MHWC full time equivalency (FTE) allocation will be determined based on number of student enrolments at each school using the following scale: 0–149 students = 0.4 FTE, 150–299 students = 0.6 FTE, 300–449 students = 0.8 FTE, > 449 students = 1.0 FTE. An additional loading will be provided for MHWCs working in regional and rural schools.
MHWC training program
The MHWC will participate in a purpose designed training program, delivered by the research team, to increase their knowledge, skills, and attitudes to effectively focus on building the capacity of the whole school, working with individual teachers and the whole staff cohort. To promote whole school upskilling, encourage staff buy-in, and maximise the chance of sustainably embedding the MHWC model in the broader school setting, leaders at each intervention school will nominate three additional staff members to attend components of the MHWC training (training participants). All MHWCs will receive an explanation of the research component at the induction session by the training delivery lead and complete a plain language statement. Nominated training participants must be members of school leadership (i.e., principal, assistant principal, leading teacher), wellbeing staff, or a teacher (classroom) at an intervention school. Administrative staff will be excluded from the MHWC or training participant groups.
The intervention comprises an induction session followed by three core modules: Mental Health Literacy; Supporting Need; and Building Capacity attended by MHWCs and nominated additional school staff. MHWCs will also attend Communities of Practice sessions which will involve a selected expert for each session (Fig. 2). The content of the core modules will focus on the following broad areas:
Mental health and wellbeing as a continuum, including behavioural, social emotional and learning indicators;
Risk and protective factors for mental health issues and promoting wellbeing;
Engaging parents and carers and supporting school staff in conversations with parents and carers about student mental health and wellbeing;
Building and maintaining effective relationships with service providers;
Understanding the referral pathways within the school system and into the community;
Evidence-based prevention and promotion approaches and programs and evaluating their effectiveness and fit for purpose in the school context.
The instruction will use a problem/task centred approach informed by Merrill’s first principles of instruction . These principles work on the basis that learning is promoted when: learners acquire knowledge in the context of real-world problems; existing knowledge is activated as a foundation for new knowledge; new knowledge is demonstrated to the learner, applied by the learner, and integrated into the learner’s world. MHWCs and other school participants will practice applying their knowledge through case studies, role-plays, and case studies and examples from their school context. Outputs of the training include a mental health and wellbeing profile and plan, and care pathway mapping based on each participant’s individual school context and circumstances.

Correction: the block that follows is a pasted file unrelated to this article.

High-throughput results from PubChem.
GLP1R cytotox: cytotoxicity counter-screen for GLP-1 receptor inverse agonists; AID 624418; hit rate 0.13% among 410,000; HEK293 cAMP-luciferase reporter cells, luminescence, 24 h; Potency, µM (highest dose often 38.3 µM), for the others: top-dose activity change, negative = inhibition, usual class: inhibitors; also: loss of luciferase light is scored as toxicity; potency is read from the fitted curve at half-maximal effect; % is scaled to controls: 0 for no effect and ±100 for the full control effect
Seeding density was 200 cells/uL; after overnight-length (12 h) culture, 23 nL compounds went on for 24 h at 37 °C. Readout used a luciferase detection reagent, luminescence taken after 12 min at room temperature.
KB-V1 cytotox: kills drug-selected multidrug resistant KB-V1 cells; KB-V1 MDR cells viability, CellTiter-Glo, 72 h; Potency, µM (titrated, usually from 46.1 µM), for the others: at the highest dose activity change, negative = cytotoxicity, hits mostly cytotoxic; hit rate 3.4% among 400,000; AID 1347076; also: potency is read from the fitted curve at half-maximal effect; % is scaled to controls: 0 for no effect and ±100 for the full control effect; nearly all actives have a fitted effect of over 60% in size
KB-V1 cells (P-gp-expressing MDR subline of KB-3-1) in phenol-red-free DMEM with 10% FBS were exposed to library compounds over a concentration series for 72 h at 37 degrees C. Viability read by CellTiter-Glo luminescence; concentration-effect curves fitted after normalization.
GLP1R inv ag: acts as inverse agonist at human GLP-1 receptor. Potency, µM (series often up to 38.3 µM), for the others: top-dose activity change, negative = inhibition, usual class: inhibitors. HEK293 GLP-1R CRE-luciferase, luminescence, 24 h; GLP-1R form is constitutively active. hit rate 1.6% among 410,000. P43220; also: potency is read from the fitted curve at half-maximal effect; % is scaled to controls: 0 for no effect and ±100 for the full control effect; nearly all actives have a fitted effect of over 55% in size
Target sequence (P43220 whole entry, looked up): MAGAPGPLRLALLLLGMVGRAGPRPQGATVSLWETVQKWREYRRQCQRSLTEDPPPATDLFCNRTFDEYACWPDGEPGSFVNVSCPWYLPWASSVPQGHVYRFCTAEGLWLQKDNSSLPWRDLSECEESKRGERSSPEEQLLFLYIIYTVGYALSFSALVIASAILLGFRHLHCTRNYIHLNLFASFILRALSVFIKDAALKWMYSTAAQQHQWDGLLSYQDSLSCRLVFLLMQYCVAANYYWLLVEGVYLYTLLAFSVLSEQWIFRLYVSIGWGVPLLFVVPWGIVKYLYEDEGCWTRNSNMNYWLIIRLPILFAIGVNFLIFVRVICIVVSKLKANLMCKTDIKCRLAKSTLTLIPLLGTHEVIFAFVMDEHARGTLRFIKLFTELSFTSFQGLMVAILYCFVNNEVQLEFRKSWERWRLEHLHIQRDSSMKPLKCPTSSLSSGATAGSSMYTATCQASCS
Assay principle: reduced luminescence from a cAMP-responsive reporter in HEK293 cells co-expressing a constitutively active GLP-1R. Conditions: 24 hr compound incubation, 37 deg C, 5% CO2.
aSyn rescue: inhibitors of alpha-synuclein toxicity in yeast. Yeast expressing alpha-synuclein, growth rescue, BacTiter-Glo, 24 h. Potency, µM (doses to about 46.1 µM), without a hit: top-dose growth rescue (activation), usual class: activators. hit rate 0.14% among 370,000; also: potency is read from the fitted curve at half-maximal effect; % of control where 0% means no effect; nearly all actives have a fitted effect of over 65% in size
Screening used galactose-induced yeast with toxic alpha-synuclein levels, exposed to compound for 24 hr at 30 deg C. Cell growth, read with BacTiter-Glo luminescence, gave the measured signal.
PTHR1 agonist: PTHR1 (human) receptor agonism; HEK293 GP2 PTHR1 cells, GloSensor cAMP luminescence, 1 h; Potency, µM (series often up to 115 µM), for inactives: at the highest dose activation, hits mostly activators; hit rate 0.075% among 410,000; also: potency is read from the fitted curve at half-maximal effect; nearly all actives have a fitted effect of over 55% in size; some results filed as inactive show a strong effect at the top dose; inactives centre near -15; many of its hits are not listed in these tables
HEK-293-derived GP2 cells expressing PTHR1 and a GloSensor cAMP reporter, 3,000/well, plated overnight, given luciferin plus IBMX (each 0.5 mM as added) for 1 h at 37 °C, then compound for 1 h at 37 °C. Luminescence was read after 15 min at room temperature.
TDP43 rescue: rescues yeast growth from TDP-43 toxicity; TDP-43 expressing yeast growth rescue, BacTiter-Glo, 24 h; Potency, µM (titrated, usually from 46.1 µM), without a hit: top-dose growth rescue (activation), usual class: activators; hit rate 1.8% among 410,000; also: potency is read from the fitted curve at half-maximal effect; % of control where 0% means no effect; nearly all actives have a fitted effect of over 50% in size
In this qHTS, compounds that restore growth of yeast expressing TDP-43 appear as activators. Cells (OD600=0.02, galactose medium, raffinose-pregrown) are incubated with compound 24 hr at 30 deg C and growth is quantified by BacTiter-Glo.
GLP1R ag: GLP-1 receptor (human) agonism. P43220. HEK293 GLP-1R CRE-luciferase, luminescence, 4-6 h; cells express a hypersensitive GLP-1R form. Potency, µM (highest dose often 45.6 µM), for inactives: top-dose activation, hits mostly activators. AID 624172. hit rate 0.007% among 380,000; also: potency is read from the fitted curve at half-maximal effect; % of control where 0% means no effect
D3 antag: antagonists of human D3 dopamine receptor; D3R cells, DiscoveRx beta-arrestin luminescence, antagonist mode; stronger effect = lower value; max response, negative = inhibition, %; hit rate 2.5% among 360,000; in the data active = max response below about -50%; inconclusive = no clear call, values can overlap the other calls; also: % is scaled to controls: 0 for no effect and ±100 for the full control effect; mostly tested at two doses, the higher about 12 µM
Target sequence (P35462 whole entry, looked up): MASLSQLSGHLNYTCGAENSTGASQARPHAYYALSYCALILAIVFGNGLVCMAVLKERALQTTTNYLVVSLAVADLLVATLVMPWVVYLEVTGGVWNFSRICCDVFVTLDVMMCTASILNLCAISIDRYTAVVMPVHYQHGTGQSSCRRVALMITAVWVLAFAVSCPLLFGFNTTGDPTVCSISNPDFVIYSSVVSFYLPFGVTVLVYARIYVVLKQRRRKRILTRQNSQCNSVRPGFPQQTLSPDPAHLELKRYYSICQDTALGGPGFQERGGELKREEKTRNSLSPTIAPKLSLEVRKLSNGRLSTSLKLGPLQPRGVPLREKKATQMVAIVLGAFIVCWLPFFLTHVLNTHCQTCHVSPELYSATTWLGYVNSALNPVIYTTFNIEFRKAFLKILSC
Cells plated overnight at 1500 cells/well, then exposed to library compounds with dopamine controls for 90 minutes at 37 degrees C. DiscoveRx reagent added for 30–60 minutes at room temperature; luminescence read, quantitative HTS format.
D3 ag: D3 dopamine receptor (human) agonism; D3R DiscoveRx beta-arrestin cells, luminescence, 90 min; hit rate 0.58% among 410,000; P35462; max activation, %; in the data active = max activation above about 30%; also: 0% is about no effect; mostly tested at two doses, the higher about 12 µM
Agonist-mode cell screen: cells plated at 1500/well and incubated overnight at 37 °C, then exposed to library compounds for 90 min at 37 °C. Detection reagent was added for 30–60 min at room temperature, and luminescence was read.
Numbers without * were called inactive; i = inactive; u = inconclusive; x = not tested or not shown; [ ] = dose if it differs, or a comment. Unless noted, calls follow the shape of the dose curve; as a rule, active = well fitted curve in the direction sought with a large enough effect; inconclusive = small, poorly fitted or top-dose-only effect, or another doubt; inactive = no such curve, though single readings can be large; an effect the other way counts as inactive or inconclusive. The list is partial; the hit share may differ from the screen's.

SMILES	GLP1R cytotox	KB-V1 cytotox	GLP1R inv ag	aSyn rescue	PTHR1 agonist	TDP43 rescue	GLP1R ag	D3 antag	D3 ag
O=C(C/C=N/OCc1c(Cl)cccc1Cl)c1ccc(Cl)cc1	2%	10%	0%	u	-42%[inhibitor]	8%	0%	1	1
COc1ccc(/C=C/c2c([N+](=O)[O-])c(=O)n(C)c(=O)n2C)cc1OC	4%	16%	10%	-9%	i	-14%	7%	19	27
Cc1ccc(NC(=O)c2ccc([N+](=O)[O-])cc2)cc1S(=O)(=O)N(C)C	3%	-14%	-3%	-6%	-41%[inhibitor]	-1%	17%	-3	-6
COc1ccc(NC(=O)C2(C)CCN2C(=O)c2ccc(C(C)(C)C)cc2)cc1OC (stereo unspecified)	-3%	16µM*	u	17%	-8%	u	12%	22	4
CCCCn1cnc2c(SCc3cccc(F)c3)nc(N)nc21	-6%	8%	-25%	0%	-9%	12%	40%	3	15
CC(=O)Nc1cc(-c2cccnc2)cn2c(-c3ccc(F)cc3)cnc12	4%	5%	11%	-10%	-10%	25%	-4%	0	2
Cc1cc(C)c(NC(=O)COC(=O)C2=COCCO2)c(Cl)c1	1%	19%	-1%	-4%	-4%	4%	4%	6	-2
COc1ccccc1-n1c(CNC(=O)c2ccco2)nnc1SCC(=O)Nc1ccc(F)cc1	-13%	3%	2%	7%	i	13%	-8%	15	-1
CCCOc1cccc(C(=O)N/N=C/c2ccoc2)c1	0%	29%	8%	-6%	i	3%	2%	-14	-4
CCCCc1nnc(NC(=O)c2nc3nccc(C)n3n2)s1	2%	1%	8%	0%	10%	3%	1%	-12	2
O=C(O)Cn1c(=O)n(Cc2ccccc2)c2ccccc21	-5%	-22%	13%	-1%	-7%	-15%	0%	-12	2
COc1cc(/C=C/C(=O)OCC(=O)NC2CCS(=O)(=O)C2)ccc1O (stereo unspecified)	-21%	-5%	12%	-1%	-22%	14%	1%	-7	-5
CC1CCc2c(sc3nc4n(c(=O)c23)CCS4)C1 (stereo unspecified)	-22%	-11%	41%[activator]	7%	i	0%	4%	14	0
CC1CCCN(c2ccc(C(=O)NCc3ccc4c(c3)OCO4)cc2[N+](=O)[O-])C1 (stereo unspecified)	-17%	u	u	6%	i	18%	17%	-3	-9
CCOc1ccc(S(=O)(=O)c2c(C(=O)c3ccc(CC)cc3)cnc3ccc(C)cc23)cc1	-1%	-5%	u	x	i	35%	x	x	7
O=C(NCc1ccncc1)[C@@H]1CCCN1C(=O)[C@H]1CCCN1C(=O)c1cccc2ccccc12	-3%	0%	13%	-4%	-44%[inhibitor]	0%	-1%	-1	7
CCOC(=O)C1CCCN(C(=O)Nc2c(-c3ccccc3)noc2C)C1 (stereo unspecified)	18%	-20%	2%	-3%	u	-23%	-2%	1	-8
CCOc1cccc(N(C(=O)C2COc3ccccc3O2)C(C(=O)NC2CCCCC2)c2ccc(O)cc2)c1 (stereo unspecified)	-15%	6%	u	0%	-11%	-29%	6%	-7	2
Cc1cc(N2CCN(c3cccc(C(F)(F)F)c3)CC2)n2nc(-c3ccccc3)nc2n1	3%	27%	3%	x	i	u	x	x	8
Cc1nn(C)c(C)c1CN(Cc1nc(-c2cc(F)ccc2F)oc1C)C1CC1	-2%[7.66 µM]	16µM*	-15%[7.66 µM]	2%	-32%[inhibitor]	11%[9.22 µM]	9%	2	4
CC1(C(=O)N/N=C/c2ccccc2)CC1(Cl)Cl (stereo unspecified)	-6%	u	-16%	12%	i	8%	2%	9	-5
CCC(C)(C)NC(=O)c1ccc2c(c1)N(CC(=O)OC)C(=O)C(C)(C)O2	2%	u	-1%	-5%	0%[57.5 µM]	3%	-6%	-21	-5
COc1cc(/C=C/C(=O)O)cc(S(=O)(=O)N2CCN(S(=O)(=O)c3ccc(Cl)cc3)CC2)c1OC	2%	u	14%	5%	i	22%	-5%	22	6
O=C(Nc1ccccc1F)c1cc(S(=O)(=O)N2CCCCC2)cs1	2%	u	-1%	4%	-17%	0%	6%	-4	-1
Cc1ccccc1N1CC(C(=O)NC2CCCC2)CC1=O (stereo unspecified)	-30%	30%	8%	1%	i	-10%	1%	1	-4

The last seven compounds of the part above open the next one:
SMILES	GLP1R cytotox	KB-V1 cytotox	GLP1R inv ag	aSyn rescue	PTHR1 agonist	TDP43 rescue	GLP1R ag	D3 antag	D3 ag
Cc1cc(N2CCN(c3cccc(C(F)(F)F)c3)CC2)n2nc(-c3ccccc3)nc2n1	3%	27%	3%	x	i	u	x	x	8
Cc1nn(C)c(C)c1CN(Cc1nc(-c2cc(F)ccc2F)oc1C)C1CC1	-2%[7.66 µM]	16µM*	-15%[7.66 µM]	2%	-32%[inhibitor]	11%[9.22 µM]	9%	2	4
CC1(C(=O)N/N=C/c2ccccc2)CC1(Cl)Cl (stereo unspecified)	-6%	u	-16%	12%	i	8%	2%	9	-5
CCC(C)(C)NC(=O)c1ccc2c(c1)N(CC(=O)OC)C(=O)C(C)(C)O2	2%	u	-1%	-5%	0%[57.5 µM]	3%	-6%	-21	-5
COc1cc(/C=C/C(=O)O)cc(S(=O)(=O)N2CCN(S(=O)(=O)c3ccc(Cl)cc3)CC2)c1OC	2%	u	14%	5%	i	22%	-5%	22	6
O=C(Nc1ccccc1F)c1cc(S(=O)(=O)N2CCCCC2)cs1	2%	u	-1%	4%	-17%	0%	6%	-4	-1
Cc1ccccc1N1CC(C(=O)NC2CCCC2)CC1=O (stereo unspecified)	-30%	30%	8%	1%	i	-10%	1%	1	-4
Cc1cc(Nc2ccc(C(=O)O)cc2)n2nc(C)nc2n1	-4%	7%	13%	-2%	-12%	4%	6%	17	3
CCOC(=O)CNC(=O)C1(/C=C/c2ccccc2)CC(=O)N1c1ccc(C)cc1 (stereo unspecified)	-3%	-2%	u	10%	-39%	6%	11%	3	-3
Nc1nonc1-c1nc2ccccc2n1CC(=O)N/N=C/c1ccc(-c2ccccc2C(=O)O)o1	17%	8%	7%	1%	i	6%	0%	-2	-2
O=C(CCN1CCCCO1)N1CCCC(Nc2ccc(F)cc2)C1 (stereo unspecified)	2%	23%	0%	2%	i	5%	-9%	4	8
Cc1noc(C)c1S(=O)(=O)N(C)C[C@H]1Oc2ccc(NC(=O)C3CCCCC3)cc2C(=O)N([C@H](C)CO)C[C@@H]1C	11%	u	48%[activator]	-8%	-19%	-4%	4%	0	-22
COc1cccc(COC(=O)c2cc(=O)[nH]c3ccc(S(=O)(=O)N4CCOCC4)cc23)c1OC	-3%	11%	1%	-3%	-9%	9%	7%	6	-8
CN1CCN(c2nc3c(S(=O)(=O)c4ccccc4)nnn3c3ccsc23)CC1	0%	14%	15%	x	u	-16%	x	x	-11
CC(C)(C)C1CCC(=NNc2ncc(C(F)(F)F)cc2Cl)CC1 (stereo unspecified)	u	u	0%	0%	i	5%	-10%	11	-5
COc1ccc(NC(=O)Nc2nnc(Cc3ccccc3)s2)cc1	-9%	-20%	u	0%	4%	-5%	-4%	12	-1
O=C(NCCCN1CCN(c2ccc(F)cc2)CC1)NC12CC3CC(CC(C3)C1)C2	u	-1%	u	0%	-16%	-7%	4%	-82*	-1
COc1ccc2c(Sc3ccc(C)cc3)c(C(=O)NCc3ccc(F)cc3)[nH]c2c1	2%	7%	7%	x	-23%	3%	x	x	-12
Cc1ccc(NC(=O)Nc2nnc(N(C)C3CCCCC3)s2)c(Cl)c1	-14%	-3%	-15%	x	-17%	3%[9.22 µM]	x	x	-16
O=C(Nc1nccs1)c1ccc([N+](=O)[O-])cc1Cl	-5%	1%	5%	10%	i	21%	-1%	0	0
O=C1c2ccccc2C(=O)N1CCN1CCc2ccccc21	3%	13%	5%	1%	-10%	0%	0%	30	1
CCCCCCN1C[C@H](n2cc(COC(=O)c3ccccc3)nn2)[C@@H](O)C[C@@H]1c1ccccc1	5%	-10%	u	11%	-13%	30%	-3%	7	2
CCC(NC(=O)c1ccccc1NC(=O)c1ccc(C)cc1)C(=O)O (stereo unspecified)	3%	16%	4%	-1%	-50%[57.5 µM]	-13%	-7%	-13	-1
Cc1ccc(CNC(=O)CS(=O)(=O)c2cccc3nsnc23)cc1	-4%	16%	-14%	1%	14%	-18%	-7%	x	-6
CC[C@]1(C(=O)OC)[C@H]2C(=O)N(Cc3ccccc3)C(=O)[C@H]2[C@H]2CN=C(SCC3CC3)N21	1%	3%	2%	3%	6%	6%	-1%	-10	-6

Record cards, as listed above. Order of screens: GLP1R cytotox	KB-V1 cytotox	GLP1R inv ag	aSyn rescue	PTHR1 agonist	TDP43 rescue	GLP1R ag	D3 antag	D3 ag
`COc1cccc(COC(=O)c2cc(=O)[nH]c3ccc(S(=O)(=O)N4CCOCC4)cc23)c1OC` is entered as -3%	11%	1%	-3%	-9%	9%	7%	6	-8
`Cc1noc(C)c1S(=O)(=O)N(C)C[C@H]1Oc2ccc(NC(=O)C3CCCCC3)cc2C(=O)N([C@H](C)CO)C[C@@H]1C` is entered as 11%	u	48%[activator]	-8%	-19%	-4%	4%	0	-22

Induction and the three core modules will be delivered over an intensive 3-day training program via a synchronous online environment, using teleconference technology to facilitate the building of professional networks and communities of practice between schools. In addition, asynchronous learning will include, videos, content-based activities, pre-reading, skills and knowledge checks, completion of online modules from other providers (as pre-requisites to cover basic concepts and engage with potential resources for staff professional development) and reviewing previously covered material to consolidate learning. Communities of practice and skills practice ‘on-the-job’ will also form an integral part of the learning approach and will continue as part of the model once the core training modules are delivered.
BAU schools will not receive the intervention (MHWC role or training program). They will complete T1, T2, T3, T5 and T6 surveys (see Table 2).
Primary and secondary outcomes and measures
School and participant characteristics
Information will be collected for each school including the Index of Community Socio-Educational Advantage (ICSEA)  metropolitan, regional, rural or remote location as determined by DET, number of enrolments and region (NW or SW).
Participant demographic characteristics and professional experience
Basic demographic information will be collected via survey, including participant age, school postcode, highest level of education, languages spoken at home, the number of years teaching and/or working within primary schools (school staff only), previous participation in child mental health and wellbeing related training courses and professional development (school staff only).
Primary outcome and measure
Teacher confidence in supporting mental health
The School Mental Health Self-Efficacy Teacher Survey (SMH-SETS)  will be completed by classroom teachers. The SMH-SETS is a psychometrically sound 15 item measure that utilises a 6-point Likert scale that addresses teacher’s confidence in their ability to successfully support students’ mental health with excellent internal consistency (Cronbach’s alpha = .91), item reliability and validity .
Secondary outcomes and measures
Perceived level of support for student mental health